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Unemployment and underemployment in Kenya have been increasing as the working age population
increases. The economy has not been able to create adequate jobs to absorb the labour market entrants in
gainful employment. This study analysed the determinants of open unemployment and underemployment by gender. The gender gap in both these labour market outcomes was decomposed to
identify factors that explain it. A probit regression model for each outcome was estimated separately for
male and female using data drawn from the Kenya Integrated Household Labour Survey 2005/06.
The descriptive statistics indicate that under employment and unemployment was higher among female
than male. The probit regression shows that after controlling for differences in personal and household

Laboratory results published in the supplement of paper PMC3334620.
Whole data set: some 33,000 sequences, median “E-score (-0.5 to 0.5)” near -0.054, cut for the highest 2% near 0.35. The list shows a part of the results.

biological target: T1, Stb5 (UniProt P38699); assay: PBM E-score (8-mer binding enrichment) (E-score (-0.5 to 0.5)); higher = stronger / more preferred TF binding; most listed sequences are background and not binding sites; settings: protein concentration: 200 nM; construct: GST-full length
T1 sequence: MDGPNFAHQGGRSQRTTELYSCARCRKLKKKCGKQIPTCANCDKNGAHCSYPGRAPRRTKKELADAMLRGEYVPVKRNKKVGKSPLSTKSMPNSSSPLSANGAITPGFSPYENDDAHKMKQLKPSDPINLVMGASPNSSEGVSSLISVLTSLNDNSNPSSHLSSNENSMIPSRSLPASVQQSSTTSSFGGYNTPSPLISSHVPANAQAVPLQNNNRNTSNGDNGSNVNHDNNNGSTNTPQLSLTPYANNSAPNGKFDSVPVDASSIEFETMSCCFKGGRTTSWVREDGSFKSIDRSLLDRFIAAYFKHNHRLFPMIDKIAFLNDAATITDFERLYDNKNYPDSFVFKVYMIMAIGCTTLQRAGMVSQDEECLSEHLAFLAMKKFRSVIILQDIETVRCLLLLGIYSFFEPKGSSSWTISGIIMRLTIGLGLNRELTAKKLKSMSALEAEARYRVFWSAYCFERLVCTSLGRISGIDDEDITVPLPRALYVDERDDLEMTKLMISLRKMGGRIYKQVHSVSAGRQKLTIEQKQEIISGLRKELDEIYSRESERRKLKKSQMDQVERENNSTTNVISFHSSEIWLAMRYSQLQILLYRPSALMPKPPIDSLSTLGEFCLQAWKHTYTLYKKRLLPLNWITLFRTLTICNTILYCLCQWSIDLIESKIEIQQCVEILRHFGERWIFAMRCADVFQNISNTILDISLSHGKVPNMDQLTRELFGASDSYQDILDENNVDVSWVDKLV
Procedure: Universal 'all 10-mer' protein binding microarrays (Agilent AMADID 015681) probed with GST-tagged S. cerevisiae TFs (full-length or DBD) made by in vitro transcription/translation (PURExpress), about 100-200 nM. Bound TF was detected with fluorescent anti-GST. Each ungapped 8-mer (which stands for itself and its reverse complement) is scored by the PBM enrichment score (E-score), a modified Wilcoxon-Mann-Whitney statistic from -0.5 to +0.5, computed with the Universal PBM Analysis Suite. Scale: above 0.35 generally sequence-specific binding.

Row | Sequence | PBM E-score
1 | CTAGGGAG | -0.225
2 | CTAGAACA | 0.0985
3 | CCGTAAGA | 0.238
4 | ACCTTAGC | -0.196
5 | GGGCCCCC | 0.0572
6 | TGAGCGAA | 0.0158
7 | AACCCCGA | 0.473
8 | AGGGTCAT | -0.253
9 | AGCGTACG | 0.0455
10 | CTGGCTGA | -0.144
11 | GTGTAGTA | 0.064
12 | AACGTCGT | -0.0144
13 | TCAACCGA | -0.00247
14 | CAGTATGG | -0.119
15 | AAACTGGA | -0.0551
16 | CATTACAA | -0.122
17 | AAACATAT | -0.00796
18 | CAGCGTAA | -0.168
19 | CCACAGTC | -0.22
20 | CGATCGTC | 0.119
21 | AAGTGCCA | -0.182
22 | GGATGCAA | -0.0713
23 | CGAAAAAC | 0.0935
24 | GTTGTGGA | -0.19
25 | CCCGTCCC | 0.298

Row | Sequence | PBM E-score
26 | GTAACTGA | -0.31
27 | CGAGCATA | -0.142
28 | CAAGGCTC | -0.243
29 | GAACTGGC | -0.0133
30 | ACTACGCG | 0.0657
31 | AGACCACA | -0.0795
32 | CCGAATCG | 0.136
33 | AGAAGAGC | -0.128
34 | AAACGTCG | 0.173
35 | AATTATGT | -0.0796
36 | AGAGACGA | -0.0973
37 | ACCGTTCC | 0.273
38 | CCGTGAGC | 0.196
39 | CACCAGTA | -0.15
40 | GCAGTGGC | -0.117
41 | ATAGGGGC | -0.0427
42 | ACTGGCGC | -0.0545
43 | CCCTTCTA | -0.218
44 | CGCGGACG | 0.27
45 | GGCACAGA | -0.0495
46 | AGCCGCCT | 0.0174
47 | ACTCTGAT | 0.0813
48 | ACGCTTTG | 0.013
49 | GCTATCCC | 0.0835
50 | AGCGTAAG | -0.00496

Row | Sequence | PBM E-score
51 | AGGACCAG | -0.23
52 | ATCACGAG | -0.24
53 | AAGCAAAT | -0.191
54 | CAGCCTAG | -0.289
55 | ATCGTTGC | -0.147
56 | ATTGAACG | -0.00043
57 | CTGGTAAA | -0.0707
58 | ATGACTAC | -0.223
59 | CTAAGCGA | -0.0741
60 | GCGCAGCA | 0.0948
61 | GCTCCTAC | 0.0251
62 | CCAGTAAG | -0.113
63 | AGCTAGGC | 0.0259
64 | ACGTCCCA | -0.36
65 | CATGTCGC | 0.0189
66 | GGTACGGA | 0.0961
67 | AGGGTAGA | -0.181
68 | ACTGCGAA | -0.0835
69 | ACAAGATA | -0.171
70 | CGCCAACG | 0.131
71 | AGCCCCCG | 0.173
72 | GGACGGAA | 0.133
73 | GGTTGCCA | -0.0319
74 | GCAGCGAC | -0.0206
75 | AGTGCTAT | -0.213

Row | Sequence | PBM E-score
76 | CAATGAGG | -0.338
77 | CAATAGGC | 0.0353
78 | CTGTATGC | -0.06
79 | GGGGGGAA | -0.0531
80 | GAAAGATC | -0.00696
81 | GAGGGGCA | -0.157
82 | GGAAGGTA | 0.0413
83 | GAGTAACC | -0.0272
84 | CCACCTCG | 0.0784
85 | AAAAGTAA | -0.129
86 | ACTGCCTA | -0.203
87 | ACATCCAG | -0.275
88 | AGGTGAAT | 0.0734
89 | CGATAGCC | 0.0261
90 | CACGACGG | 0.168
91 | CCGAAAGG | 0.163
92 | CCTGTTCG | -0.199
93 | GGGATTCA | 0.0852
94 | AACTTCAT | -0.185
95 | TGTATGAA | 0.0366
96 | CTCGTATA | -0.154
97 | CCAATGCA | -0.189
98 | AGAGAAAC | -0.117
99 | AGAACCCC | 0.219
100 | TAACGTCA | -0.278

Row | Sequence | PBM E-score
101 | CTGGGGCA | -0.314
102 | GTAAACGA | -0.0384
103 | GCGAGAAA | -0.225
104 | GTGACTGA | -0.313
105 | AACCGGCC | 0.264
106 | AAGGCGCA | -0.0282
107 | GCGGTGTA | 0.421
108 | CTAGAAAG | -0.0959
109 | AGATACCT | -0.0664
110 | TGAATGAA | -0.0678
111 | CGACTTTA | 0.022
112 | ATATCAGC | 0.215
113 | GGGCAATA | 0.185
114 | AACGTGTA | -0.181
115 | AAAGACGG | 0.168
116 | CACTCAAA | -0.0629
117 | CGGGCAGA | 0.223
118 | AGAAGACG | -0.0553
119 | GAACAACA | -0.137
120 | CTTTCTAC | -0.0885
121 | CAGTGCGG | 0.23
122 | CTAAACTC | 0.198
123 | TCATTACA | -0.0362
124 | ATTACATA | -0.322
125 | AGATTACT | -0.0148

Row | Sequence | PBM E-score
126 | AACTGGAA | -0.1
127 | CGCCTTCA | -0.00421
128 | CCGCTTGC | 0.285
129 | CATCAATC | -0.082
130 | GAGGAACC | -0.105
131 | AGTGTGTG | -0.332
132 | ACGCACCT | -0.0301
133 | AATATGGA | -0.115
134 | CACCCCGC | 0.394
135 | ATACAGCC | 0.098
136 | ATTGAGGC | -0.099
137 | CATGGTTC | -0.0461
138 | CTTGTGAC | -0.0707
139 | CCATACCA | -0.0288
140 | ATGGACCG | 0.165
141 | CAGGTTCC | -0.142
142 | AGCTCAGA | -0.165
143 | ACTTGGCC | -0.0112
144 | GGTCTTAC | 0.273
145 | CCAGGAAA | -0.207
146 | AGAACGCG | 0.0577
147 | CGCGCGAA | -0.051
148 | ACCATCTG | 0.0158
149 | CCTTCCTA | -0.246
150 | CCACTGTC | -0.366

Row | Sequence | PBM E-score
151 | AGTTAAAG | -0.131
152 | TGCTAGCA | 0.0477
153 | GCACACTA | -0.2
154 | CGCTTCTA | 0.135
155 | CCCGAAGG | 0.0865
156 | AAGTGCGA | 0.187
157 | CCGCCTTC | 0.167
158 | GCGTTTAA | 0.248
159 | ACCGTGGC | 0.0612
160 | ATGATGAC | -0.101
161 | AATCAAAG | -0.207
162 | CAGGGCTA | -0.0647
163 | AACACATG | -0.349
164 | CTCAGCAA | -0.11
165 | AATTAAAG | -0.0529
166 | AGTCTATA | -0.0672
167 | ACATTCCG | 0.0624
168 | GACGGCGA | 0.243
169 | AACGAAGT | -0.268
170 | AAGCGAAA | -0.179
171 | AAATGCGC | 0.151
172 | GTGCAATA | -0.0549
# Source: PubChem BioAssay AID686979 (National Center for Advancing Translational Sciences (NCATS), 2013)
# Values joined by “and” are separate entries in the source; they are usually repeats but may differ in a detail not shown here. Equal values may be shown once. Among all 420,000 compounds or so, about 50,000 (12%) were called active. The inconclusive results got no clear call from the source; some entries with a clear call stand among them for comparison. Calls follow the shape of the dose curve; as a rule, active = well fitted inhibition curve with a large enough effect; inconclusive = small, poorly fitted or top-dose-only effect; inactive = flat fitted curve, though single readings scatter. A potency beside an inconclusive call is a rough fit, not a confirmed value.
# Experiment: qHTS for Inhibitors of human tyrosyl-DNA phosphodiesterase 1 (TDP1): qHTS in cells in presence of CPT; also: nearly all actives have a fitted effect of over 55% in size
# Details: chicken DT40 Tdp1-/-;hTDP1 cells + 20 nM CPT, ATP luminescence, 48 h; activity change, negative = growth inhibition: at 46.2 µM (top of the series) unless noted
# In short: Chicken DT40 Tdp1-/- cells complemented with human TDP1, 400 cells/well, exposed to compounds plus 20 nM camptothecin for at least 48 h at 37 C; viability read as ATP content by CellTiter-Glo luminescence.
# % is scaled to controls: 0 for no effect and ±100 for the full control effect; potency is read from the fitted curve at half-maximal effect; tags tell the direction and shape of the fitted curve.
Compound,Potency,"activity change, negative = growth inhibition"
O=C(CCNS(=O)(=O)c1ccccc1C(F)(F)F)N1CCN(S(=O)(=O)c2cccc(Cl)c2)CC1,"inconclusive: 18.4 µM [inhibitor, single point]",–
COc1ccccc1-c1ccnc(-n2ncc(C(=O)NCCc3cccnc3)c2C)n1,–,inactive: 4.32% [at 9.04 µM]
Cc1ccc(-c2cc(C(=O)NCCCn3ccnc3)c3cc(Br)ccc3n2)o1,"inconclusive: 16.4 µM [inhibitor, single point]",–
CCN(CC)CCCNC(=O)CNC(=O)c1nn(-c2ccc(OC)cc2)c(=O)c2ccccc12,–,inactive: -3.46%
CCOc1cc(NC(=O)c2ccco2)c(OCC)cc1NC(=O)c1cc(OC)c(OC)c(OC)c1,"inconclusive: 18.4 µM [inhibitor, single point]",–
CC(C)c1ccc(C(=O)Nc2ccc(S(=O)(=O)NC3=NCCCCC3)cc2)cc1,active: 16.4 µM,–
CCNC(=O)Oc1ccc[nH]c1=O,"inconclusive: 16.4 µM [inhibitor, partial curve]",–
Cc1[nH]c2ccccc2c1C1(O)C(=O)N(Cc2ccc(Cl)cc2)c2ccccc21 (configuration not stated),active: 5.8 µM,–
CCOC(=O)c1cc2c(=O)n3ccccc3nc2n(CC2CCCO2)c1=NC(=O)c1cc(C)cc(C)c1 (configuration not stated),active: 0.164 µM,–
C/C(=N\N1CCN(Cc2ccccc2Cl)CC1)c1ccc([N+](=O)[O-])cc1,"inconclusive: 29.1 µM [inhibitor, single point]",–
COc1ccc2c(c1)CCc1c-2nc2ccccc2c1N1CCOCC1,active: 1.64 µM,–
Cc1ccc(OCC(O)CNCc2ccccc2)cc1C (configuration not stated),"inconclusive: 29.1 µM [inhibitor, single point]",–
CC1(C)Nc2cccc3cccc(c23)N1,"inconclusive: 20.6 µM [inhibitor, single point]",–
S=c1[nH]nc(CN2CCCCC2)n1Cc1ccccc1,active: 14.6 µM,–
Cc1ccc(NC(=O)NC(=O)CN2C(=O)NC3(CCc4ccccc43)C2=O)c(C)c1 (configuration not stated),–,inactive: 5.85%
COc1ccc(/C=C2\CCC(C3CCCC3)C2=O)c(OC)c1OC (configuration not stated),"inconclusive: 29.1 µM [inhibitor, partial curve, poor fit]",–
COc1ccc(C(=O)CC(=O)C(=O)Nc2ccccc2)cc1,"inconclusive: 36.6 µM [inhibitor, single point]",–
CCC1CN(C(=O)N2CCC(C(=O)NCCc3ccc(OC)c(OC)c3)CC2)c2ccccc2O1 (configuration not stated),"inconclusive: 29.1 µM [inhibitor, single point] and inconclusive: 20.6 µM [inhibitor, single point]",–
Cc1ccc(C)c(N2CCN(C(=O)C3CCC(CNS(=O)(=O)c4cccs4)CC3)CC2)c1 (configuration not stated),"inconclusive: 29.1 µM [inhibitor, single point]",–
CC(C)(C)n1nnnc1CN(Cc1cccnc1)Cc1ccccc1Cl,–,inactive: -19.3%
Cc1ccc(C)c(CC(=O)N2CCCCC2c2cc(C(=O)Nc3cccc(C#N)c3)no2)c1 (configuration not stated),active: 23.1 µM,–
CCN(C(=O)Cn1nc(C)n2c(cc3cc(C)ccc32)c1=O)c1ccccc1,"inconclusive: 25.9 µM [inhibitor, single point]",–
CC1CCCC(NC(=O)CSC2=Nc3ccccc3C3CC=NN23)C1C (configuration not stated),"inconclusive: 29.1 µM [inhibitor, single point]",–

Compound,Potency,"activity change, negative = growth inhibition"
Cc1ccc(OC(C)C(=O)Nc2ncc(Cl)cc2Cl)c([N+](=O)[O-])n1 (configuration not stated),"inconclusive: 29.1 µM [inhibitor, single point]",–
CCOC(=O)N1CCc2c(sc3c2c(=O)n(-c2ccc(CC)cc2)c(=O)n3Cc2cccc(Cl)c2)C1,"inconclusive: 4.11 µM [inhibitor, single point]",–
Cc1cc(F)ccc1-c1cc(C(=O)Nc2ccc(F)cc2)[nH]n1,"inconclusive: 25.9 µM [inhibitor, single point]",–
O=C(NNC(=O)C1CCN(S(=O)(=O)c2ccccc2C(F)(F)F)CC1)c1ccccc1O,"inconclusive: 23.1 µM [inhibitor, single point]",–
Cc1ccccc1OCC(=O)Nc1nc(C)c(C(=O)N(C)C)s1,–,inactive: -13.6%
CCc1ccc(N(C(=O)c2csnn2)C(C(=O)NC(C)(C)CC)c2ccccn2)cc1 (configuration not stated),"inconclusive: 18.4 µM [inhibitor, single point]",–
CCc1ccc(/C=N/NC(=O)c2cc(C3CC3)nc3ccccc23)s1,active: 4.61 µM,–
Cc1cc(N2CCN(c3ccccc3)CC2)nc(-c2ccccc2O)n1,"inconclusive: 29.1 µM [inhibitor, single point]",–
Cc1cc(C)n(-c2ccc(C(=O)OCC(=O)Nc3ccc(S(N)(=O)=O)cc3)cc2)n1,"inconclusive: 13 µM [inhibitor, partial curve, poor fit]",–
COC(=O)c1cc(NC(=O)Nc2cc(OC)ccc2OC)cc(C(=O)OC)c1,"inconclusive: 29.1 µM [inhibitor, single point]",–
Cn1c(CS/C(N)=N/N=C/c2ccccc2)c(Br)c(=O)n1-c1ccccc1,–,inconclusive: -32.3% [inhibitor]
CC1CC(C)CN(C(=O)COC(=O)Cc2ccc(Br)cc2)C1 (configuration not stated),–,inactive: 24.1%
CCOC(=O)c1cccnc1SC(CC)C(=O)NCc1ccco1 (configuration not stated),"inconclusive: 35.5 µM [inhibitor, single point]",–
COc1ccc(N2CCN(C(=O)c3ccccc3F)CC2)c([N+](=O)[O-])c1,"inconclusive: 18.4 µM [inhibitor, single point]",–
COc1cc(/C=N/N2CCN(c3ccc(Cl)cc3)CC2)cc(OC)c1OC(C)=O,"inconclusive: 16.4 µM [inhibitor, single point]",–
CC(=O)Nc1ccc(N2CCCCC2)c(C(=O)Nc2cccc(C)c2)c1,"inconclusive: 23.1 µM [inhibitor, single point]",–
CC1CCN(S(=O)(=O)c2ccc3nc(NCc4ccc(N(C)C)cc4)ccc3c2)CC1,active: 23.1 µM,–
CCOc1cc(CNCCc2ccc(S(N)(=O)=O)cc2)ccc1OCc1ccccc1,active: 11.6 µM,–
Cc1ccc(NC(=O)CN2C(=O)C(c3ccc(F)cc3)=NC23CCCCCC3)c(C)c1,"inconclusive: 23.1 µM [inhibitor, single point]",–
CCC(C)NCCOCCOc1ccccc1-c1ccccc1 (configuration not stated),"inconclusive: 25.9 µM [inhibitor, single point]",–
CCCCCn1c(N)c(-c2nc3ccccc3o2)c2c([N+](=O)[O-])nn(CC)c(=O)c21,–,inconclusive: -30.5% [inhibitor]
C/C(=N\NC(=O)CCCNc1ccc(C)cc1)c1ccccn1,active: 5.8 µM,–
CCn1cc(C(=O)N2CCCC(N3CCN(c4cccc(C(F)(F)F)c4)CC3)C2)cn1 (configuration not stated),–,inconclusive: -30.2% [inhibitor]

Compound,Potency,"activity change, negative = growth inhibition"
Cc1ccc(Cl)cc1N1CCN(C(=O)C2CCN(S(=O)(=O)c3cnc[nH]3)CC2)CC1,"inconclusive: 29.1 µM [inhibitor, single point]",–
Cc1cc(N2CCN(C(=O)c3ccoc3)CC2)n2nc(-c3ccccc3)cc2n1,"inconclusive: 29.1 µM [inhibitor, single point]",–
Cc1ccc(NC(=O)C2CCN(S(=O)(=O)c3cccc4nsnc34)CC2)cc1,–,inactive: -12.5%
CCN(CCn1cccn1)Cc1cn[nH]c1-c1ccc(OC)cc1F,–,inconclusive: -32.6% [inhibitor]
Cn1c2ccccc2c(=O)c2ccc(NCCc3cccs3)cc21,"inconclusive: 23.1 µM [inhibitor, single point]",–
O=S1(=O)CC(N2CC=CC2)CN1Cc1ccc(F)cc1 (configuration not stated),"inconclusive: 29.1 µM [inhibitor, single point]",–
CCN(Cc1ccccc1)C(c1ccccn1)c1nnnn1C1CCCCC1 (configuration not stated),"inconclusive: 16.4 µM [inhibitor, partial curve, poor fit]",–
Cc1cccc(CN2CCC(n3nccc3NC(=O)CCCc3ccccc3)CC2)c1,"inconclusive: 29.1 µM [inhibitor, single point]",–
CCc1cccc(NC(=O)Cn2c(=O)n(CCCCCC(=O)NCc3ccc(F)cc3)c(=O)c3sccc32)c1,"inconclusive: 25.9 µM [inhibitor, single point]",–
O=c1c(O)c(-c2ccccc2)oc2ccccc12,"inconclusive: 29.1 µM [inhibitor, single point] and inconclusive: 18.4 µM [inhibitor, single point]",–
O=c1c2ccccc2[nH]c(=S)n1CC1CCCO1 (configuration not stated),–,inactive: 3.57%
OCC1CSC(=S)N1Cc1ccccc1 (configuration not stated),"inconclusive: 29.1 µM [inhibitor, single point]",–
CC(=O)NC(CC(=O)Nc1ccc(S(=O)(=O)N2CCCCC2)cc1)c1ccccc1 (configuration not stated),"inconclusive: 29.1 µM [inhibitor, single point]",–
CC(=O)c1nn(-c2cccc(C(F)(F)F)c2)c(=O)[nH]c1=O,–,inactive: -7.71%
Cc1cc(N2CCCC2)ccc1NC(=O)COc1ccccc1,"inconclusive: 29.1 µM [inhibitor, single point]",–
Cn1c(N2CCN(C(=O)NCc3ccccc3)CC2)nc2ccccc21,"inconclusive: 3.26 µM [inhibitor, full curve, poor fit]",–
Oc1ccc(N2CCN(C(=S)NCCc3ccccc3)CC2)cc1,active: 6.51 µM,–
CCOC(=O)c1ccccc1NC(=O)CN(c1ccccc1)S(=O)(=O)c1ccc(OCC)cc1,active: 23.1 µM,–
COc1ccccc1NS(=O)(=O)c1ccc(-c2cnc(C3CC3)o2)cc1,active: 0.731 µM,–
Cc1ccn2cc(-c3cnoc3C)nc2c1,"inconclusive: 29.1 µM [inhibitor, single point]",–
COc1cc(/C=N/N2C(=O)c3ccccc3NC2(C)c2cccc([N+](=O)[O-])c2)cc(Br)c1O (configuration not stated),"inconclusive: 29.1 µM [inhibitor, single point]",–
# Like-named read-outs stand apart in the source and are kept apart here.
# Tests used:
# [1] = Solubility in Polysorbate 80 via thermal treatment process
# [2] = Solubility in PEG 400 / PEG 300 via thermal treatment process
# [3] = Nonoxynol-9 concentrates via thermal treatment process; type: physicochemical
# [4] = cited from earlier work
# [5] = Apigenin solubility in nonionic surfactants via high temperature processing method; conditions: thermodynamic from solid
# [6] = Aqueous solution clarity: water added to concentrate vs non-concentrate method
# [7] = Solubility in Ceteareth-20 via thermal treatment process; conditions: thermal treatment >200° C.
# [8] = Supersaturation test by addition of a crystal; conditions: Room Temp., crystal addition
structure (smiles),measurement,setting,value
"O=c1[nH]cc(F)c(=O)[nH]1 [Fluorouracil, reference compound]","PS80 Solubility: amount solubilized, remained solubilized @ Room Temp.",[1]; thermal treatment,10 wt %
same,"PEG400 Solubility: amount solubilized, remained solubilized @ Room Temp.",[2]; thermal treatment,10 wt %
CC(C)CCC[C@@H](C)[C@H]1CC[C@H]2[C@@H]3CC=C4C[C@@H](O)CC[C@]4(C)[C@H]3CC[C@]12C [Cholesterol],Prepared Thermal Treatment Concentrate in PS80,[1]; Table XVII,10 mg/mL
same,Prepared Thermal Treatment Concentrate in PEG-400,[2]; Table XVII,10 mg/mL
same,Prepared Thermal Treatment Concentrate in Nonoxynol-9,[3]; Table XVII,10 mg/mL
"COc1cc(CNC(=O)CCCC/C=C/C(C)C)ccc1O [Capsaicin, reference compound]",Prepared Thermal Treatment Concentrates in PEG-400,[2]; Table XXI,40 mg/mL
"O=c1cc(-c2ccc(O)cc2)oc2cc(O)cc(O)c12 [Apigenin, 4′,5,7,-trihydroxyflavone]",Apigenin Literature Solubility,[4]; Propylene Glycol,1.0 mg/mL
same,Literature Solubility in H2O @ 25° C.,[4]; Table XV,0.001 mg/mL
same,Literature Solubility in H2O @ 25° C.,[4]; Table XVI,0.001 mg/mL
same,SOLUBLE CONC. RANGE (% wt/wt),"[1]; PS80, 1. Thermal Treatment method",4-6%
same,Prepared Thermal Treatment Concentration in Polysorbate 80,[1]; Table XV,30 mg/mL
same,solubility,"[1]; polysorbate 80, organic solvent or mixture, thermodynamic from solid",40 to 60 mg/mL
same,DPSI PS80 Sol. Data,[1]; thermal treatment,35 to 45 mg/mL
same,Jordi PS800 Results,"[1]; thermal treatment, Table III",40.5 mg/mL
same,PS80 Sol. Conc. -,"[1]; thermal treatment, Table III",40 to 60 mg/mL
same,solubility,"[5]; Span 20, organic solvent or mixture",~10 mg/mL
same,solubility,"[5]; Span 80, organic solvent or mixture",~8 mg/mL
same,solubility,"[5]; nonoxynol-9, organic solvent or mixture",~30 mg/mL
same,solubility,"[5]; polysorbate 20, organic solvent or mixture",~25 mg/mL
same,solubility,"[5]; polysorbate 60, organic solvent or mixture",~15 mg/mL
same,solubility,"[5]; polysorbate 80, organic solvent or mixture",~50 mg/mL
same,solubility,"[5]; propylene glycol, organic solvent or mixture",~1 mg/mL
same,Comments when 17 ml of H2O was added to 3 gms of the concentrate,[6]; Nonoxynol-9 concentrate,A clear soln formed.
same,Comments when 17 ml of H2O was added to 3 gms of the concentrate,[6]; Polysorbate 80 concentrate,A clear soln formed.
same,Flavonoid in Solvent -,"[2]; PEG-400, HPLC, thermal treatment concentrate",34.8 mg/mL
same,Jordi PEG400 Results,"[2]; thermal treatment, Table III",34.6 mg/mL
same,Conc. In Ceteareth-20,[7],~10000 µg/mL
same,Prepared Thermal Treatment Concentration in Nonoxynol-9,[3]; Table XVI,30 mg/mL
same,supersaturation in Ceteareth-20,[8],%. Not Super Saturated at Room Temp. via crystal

characteristics, the probability of being unemployed or underemployed was still higher among females.
Both household and individual characteristics such as human capital, marital status, region of residence,
non-labour income and age were found to be significant determinants of unemployment and
The decomposition results show that 88.8% of the unemployment gap between women and men is
accounted for by difference in individual and household characteristics while 11.2% is accounted for by
difference in the coefficients. In addition, 5.4% of the underemployment gap is accounted for by
individual and household characteristics and 94.6% is by the coefficients. The key factors determining
this gap are region of residence, age, education level, marital status and effects of shocks. Policy makers
are bound to benefit from this study in making policies that bridge the gap between men and women in
the labour market.

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